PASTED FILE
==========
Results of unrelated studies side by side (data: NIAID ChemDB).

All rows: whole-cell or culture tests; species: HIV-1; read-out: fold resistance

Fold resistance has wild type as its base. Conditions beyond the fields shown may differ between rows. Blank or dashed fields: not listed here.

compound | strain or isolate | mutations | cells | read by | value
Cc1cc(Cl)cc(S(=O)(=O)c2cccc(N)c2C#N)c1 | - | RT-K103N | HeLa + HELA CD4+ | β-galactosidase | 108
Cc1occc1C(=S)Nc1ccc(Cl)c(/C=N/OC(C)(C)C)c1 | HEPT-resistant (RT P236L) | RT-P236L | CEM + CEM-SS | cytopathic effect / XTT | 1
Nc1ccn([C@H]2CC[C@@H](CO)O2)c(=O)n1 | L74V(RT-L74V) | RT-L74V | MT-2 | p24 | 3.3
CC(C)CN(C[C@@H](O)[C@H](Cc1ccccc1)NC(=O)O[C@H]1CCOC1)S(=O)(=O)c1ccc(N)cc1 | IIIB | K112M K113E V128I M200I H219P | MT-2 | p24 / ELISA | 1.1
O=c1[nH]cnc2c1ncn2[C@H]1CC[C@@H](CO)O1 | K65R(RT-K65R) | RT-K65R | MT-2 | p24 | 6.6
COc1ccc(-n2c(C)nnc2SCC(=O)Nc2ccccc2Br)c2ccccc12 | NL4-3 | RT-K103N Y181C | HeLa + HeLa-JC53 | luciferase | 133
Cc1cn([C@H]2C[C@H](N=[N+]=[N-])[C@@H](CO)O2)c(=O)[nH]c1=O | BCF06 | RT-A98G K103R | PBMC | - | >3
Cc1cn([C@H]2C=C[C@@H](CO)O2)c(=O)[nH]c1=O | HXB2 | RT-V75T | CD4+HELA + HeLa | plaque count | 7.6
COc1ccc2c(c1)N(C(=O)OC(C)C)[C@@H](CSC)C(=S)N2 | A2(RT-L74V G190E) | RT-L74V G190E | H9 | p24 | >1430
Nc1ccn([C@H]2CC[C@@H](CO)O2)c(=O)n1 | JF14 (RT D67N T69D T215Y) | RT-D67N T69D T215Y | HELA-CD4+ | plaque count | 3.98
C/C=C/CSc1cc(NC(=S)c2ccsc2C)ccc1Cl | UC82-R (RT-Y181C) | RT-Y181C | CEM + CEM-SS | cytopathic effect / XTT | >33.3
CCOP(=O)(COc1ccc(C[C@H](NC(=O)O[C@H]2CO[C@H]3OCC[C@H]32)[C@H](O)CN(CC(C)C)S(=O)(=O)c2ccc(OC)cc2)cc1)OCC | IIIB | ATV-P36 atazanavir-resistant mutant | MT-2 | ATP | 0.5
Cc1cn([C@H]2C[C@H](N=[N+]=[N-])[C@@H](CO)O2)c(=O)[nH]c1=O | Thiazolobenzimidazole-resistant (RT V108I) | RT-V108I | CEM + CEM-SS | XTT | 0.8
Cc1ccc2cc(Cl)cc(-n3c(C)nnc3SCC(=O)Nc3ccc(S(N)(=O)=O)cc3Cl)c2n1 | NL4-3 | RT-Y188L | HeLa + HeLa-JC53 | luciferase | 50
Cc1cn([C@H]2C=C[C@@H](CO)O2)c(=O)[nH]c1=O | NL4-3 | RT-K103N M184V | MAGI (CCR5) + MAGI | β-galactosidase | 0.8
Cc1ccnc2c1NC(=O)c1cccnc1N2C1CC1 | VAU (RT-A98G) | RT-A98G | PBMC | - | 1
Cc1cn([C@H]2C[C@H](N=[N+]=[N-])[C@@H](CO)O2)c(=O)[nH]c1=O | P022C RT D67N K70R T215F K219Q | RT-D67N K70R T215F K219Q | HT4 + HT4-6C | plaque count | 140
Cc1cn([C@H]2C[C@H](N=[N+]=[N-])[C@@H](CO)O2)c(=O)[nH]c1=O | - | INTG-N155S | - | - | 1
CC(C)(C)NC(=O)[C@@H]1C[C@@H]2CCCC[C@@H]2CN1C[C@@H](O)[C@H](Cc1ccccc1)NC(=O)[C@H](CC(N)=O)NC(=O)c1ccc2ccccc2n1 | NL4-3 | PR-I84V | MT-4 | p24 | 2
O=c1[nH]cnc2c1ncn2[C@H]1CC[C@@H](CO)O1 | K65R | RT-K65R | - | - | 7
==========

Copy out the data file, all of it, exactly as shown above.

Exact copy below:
Results of unrelated studies side by side (data: NIAID ChemDB).

All rows: whole-cell or culture tests; species: HIV-1; read-out: fold resistance

Fold resistance has wild type as its base. Conditions beyond the fields shown may differ between rows. Blank or dashed fields: not listed here.

compound | strain or isolate | mutations | cells | read by | value
Cc1cc(Cl)cc(S(=O)(=O)c2cccc(N)c2C#N)c1 | - | RT-K103N | HeLa + HELA CD4+ | β-galactosidase | 108
Cc1occc1C(=S)Nc1ccc(Cl)c(/C=N/OC(C)(C)C)c1 | HEPT-resistant (RT P236L) | RT-P236L | CEM + CEM-SS | cytopathic effect / XTT | 1
Nc1ccn([C@H]2CC[C@@H](CO)O2)c(=O)n1 | L74V(RT-L74V) | RT-L74V | MT-2 | p24 | 3.3
CC(C)CN(C[C@@H](O)[C@H](Cc1ccccc1)NC(=O)O[C@H]1CCOC1)S(=O)(=O)c1ccc(N)cc1 | IIIB | K112M K113E V128I M200I H219P | MT-2 | p24 / ELISA | 1.1
O=c1[nH]cnc2c1ncn2[C@H]1CC[C@@H](CO)O1 | K65R(RT-K65R) | RT-K65R | MT-2 | p24 | 6.6
COc1ccc(-n2c(C)nnc2SCC(=O)Nc2ccccc2Br)c2ccccc12 | NL4-3 | RT-K103N Y181C | HeLa + HeLa-JC53 | luciferase | 133
Cc1cn([C@H]2C[C@H](N=[N+]=[N-])[C@@H](CO)O2)c(=O)[nH]c1=O | BCF06 | RT-A98G K103R | PBMC | - | >3
Cc1cn([C@H]2C=C[C@@H](CO)O2)c(=O)[nH]c1=O | HXB2 | RT-V75T | CD4+HELA + HeLa | plaque count | 7.6
COc1ccc2c(c1)N(C(=O)OC(C)C)[C@@H](CSC)C(=S)N2 | A2(RT-L74V G190E) | RT-L74V G190E | H9 | p24 | >1430
Nc1ccn([C@H]2CC[C@@H](CO)O2)c(=O)n1 | JF14 (RT D67N T69D T215Y) | RT-D67N T69D T215Y | HELA-CD4+ | plaque count | 3.98
C/C=C/CSc1cc(NC(=S)c2ccsc2C)ccc1Cl | UC82-R (RT-Y181C) | RT-Y181C | CEM + CEM-SS | cytopathic effect / XTT | >33.3
CCOP(=O)(COc1ccc(C[C@H](NC(=O)O[C@H]2CO[C@H]3OCC[C@H]32)[C@H](O)CN(CC(C)C)S(=O)(=O)c2ccc(OC)cc2)cc1)OCC | IIIB | ATV-P36 atazanavir-resistant mutant | MT-2 | ATP | 0.5
Cc1cn([C@H]2C[C@H](N=[N+]=[N-])[C@@H](CO)O2)c(=O)[nH]c1=O | Thiazolobenzimidazole-resistant (RT V108I) | RT-V108I | CEM + CEM-SS | XTT | 0.8
Cc1ccc2cc(Cl)cc(-n3c(C)nnc3SCC(=O)Nc3ccc(S(N)(=O)=O)cc3Cl)c2n1 | NL4-3 | RT-Y188L | HeLa + HeLa-JC53 | luciferase | 50
Cc1cn([C@H]2C=C[C@@H](CO)O2)c(=O)[nH]c1=O | NL4-3 | RT-K103N M184V | MAGI (CCR5) + MAGI | β-galactosidase | 0.8
Cc1ccnc2c1NC(=O)c1cccnc1N2C1CC1 | VAU (RT-A98G) | RT-A98G | PBMC | - | 1
Cc1cn([C@H]2C[C@H](N=[N+]=[N-])[C@@H](CO)O2)c(=O)[nH]c1=O | P022C RT D67N K70R T215F K219Q | RT-D67N K70R T215F K219Q | HT4 + HT4-6C | plaque count | 140
Cc1cn([C@H]2C[C@H](N=[N+]=[N-])[C@@H](CO)O2)c(=O)[nH]c1=O | - | INTG-N155S | - | - | 1
CC(C)(C)NC(=O)[C@@H]1C[C@@H]2CCCC[C@@H]2CN1C[C@@H](O)[C@H](Cc1ccccc1)NC(=O)[C@H](CC(N)=O)NC(=O)c1ccc2ccccc2n1 | NL4-3 | PR-I84V | MT-4 | p24 | 2
O=c1[nH]cnc2c1ncn2[C@H]1CC[C@@H](CO)O1 | K65R | RT-K65R | - | - | 7